> for file in <list of files> ## e.g.: *
> do
>   add_line_to_file "$LINE" < "$file" > tempfile
>   mv tempfile "$file"
> done

This should point him in the right direction.  It should be trivial to
add in the blank lines he wanted before and after the "jump" line.  Make
sure to have a copy of all the files or to have enough disk space to
hold an extra copy of each file in turn.  (Without checking return
codes, there is a risk of replacing an original with an incomplete
processed file without knowing it if the disk fills up.)

--
dpv

 
 
 

Insert a line at the first line without a # in a file

Post by John W. Krah » Sat, 20 May 2006 12:14:50



> I have a few thousand files that are a proprietary macro language from
> a database.

> the format of the files are there are N number of lines at the top of
> the file that are perpended with a # for a comment symbol

> I want to insert a blank line and then a line of text then another
> blank line after the first line from the top of the file that does not
> have # as the first character on the line.

> The data format is
> # line 1 some text
> # some more comments
> # yet again and may be any number
> text
> text
> text

> # another comment
> text

> The data format I want  is:
> # line 1 some text
> # some more comments
> #  yet again and may be any number

> jump new_procedure

> text
> text
> text

> # another comment
> text

perl -i.bak -pe'?^[^#]? && print "\njump new_procedure\n\n";
                reset if eof'  yourfiles*

John
--
use Perl;
program
fulfillment

 
 
 

Insert a line at the first line without a # in a file

Post by Xicheng Ji » Sat, 20 May 2006 12:48:43



> Hi,

> I have a few thousand files that are a proprietary macro language from
> a database.

> the format of the files are there are N number of lines at the top of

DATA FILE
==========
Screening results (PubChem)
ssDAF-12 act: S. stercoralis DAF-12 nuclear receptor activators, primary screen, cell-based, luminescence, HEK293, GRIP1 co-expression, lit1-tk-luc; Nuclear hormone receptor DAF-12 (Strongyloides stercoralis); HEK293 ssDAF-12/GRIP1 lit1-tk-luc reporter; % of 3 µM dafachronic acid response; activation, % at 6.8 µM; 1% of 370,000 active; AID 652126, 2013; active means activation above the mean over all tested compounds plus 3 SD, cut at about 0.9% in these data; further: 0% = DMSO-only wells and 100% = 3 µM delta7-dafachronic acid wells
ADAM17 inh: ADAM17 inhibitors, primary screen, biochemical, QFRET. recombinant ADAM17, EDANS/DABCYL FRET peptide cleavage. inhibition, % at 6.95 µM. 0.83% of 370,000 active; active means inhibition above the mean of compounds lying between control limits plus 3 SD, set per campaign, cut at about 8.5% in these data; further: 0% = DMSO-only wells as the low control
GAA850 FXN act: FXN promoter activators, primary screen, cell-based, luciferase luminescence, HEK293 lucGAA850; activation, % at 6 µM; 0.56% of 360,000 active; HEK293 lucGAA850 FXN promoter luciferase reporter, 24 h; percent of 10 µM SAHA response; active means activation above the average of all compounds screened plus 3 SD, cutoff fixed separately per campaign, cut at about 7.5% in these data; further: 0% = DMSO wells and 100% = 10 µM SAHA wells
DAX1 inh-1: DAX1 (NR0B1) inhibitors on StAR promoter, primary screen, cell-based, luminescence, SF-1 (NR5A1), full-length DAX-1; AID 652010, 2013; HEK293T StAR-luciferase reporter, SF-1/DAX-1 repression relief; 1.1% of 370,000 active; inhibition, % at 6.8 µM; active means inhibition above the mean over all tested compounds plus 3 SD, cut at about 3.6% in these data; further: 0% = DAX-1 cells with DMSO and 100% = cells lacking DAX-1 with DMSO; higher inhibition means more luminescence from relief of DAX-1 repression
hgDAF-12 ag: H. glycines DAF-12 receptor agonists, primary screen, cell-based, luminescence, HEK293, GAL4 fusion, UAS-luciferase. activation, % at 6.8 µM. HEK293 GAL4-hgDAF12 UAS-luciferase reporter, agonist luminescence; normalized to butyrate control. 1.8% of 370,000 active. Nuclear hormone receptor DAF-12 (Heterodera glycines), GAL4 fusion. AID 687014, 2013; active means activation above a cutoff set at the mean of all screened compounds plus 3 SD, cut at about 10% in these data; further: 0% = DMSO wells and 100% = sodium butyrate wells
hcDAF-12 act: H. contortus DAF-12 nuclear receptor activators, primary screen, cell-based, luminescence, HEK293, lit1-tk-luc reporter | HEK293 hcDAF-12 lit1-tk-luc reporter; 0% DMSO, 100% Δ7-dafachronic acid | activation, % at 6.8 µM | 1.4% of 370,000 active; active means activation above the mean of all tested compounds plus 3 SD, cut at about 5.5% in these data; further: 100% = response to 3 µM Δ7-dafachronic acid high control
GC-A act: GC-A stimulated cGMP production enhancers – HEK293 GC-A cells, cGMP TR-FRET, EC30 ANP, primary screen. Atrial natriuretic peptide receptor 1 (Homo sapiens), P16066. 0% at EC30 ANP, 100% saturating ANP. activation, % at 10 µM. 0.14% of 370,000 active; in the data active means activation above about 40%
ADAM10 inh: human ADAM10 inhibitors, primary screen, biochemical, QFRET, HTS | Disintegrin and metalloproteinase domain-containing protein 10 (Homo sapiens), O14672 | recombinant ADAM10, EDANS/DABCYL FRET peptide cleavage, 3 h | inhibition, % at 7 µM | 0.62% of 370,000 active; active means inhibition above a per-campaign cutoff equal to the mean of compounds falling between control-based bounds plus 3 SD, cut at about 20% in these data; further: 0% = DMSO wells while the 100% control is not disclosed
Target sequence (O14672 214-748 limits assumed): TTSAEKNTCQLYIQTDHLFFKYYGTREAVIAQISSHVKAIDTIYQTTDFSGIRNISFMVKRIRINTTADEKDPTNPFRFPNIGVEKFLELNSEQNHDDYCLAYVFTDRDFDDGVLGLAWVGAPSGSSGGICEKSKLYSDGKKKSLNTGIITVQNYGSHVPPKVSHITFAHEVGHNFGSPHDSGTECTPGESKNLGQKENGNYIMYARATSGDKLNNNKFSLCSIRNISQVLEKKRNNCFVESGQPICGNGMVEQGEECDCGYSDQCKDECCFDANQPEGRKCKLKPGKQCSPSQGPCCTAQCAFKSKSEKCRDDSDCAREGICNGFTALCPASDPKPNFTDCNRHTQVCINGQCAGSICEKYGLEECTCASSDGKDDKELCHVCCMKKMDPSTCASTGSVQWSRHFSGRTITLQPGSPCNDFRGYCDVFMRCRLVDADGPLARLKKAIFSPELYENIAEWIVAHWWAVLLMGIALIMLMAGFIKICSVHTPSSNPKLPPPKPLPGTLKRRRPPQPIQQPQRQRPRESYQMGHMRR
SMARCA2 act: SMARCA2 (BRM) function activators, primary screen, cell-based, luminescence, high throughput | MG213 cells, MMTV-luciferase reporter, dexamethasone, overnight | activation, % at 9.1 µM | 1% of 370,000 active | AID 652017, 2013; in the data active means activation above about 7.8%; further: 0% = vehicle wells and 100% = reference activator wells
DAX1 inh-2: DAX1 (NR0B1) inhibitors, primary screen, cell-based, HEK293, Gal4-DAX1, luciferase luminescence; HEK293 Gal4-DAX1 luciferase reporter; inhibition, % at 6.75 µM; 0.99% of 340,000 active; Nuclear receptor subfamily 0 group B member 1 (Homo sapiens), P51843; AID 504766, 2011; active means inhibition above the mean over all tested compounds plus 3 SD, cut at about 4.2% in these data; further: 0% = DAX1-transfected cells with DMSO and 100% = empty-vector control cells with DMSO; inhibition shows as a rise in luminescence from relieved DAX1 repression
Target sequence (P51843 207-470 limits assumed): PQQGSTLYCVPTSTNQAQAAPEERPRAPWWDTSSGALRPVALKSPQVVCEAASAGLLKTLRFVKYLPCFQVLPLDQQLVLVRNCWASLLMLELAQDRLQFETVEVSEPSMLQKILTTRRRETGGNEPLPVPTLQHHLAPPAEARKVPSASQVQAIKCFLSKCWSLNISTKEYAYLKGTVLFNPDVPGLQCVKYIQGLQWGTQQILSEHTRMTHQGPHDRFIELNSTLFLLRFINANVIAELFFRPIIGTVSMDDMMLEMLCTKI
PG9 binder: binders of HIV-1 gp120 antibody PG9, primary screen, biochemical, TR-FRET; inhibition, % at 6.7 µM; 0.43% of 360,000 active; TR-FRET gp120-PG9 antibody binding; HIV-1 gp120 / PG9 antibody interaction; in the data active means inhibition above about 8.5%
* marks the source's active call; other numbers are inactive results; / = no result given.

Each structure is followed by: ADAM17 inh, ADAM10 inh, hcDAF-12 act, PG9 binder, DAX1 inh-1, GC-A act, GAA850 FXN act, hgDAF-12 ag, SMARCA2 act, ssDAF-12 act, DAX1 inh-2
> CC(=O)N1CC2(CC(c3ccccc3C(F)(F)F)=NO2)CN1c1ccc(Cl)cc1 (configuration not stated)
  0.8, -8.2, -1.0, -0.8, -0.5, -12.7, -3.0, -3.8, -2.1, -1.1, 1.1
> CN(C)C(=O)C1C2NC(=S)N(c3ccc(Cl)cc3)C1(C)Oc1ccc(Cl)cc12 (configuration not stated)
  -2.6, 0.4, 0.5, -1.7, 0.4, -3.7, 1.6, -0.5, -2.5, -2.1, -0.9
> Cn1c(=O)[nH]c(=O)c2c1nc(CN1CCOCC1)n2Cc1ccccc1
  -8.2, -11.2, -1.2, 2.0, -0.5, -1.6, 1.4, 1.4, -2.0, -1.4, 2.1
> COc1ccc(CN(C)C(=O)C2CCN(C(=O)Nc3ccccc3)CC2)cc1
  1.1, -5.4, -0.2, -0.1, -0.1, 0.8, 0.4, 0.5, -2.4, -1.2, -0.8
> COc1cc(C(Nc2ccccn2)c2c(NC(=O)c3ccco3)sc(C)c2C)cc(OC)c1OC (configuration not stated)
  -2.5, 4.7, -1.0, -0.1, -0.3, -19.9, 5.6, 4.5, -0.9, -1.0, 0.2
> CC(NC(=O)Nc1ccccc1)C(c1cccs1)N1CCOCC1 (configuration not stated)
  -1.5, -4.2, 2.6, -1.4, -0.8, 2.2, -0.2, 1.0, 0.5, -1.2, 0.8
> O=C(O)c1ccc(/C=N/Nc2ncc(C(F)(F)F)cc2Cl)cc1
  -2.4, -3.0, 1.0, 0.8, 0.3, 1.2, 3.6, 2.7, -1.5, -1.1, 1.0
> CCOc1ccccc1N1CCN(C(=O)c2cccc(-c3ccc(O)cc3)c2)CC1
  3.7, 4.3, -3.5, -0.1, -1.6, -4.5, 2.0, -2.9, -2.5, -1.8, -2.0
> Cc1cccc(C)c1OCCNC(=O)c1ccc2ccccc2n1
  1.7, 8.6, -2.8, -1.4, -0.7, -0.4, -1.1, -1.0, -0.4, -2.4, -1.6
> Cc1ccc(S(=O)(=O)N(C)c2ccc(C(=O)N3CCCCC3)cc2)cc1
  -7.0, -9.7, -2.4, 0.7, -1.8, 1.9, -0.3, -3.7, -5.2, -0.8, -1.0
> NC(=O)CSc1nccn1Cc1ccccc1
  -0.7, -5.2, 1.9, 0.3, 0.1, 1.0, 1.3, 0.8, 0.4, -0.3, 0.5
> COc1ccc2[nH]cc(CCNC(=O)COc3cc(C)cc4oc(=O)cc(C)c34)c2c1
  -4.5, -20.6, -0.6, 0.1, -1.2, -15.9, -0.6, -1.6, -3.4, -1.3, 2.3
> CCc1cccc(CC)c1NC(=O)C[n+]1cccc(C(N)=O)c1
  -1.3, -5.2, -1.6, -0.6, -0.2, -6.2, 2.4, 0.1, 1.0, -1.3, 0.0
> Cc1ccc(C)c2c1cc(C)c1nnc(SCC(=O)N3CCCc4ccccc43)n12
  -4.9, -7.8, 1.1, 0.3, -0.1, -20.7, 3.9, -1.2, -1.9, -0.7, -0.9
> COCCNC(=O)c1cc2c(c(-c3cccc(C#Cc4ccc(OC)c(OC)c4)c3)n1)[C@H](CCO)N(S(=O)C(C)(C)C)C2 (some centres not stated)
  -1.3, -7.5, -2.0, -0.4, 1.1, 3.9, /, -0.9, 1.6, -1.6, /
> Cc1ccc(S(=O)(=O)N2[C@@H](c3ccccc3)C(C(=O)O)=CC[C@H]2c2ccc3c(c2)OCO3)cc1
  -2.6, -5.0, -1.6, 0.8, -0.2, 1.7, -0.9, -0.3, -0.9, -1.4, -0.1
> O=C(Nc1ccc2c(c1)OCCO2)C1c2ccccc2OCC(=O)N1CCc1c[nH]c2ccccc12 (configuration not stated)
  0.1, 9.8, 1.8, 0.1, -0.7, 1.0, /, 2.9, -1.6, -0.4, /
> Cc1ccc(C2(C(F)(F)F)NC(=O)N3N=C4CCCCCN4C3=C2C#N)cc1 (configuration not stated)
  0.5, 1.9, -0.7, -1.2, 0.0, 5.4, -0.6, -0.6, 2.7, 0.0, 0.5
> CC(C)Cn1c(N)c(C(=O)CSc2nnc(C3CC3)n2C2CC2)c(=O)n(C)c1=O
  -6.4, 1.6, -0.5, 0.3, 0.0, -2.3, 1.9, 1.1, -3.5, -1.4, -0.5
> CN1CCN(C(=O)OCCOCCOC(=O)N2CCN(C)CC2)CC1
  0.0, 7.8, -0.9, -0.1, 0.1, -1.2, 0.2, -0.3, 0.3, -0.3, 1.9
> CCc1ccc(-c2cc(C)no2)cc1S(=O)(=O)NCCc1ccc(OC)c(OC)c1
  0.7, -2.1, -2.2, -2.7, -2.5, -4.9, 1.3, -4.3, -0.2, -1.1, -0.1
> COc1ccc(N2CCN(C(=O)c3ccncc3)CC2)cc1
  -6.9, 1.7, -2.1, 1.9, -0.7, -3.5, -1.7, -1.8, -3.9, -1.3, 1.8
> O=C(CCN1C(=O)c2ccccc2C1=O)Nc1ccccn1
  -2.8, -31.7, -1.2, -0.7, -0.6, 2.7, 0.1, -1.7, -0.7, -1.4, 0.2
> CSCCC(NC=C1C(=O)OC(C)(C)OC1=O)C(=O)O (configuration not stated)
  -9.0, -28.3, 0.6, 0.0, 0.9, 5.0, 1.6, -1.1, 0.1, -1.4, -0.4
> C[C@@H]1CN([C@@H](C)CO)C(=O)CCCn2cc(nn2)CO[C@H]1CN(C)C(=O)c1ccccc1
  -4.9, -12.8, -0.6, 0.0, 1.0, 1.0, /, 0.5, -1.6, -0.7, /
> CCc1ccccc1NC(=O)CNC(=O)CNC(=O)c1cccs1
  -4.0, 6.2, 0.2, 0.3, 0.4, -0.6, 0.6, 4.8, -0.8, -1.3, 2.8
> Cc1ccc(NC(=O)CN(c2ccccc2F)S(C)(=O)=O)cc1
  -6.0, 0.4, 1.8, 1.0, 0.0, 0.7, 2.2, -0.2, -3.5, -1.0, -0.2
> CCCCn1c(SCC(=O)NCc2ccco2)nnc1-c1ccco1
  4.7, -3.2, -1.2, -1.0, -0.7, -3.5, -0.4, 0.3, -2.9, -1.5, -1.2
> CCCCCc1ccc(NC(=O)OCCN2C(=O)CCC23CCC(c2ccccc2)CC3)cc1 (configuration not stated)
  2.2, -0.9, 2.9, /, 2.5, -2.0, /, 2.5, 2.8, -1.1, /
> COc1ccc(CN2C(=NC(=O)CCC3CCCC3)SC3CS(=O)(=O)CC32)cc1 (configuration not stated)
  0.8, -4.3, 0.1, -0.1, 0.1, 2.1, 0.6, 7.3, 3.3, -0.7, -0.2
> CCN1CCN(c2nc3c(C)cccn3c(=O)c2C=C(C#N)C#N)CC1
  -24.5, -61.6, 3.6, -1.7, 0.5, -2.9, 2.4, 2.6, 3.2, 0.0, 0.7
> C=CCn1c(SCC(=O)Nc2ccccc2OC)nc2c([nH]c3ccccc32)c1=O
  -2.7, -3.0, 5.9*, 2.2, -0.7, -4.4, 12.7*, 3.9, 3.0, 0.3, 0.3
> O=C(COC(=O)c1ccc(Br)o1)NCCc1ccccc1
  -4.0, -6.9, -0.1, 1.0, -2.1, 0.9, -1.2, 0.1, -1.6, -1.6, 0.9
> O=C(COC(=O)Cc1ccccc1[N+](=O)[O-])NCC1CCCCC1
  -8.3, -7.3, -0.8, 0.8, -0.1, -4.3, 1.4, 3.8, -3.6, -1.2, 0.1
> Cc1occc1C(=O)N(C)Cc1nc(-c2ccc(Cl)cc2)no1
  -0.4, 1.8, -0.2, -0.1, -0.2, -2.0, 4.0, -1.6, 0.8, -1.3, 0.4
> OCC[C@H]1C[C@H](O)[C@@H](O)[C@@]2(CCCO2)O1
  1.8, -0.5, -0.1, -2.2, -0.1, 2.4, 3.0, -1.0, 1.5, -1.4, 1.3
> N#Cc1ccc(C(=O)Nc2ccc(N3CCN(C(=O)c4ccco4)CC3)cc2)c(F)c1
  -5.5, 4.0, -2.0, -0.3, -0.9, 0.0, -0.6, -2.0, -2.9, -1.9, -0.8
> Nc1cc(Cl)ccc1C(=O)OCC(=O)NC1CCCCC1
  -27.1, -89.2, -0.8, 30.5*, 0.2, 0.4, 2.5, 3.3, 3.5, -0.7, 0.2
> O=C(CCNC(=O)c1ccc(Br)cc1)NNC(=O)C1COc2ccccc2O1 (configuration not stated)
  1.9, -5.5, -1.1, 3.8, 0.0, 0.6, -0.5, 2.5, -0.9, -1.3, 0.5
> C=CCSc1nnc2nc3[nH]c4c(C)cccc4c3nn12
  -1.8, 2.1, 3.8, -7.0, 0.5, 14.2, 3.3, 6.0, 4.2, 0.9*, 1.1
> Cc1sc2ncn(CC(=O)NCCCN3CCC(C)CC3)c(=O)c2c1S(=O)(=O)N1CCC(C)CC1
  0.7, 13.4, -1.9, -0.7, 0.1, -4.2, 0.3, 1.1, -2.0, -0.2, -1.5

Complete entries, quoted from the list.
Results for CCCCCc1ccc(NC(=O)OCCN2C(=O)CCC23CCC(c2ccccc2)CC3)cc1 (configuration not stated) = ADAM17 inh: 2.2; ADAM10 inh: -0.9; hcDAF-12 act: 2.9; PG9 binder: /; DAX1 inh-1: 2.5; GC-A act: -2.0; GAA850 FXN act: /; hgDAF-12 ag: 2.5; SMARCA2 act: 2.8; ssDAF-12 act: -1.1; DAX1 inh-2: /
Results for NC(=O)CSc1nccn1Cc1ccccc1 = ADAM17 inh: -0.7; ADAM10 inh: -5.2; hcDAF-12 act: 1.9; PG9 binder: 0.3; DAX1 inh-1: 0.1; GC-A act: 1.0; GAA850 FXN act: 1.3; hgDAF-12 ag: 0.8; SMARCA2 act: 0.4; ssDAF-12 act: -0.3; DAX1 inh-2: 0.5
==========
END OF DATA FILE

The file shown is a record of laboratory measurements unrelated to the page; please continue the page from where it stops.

> the file that are perpended with a # for a comment symbol

> I want to insert a blank line and then a line of text then another
> blank line after the first line from the top of the file that does not
> have # as the first character on the line.

> The data format is
> # line 1 some text
> # some more comments
> # yet again and may be any number
> text
> text
> text

> # another comment
> text

> The data format I want  is:
> # line 1 some text
> # some more comments
> #  yet again and may be any number

> jump new_procedure

> text
> text
> text

> # another comment
> text

> This is a 1 time thing.
> I would appreciate any ideas.

perl -i.bak -p0777e 's/\n(?!#)/\n\njump new_procedure\n\n/' youfile*

XC

- Show quoted text -

Quote:> Thanks
> Alan

 
 
 

Insert a line at the first line without a # in a file

Post by Daniel P. Valentin » Sat, 20 May 2006 12:52:57





> > I have a few thousand files that are a proprietary macro language from
> > a database.

> > the format of the files are there are N number of lines at the top of
> > the file that are perpended with a # for a comment symbol

> > I want to insert a blank line and then a line of text then another
> > blank line after the first line from the top of the file that does not
> > have # as the first character on the line.

> > The data format is
> > # line 1 some text
> > # some more comments
> > # yet again and may be any number
> > text
> > text
> > text

> > # another comment
> > text

> > The data format I want  is:
> > # line 1 some text
> > # some more comments
> > #  yet again and may be any number

> > jump new_procedure

> > text
> > text
> > text

> > # another comment
> > text

> perl -i.bak -pe'?^[^#]? && print "\njump new_procedure\n\n";
>                 reset if eof'  yourfiles*

This one works pretty well.  Be careful that in your thousands of files
you do not have two such that there are both a file X and a file X.bak
for some file X.  Also be sure you have enough disk space to hold two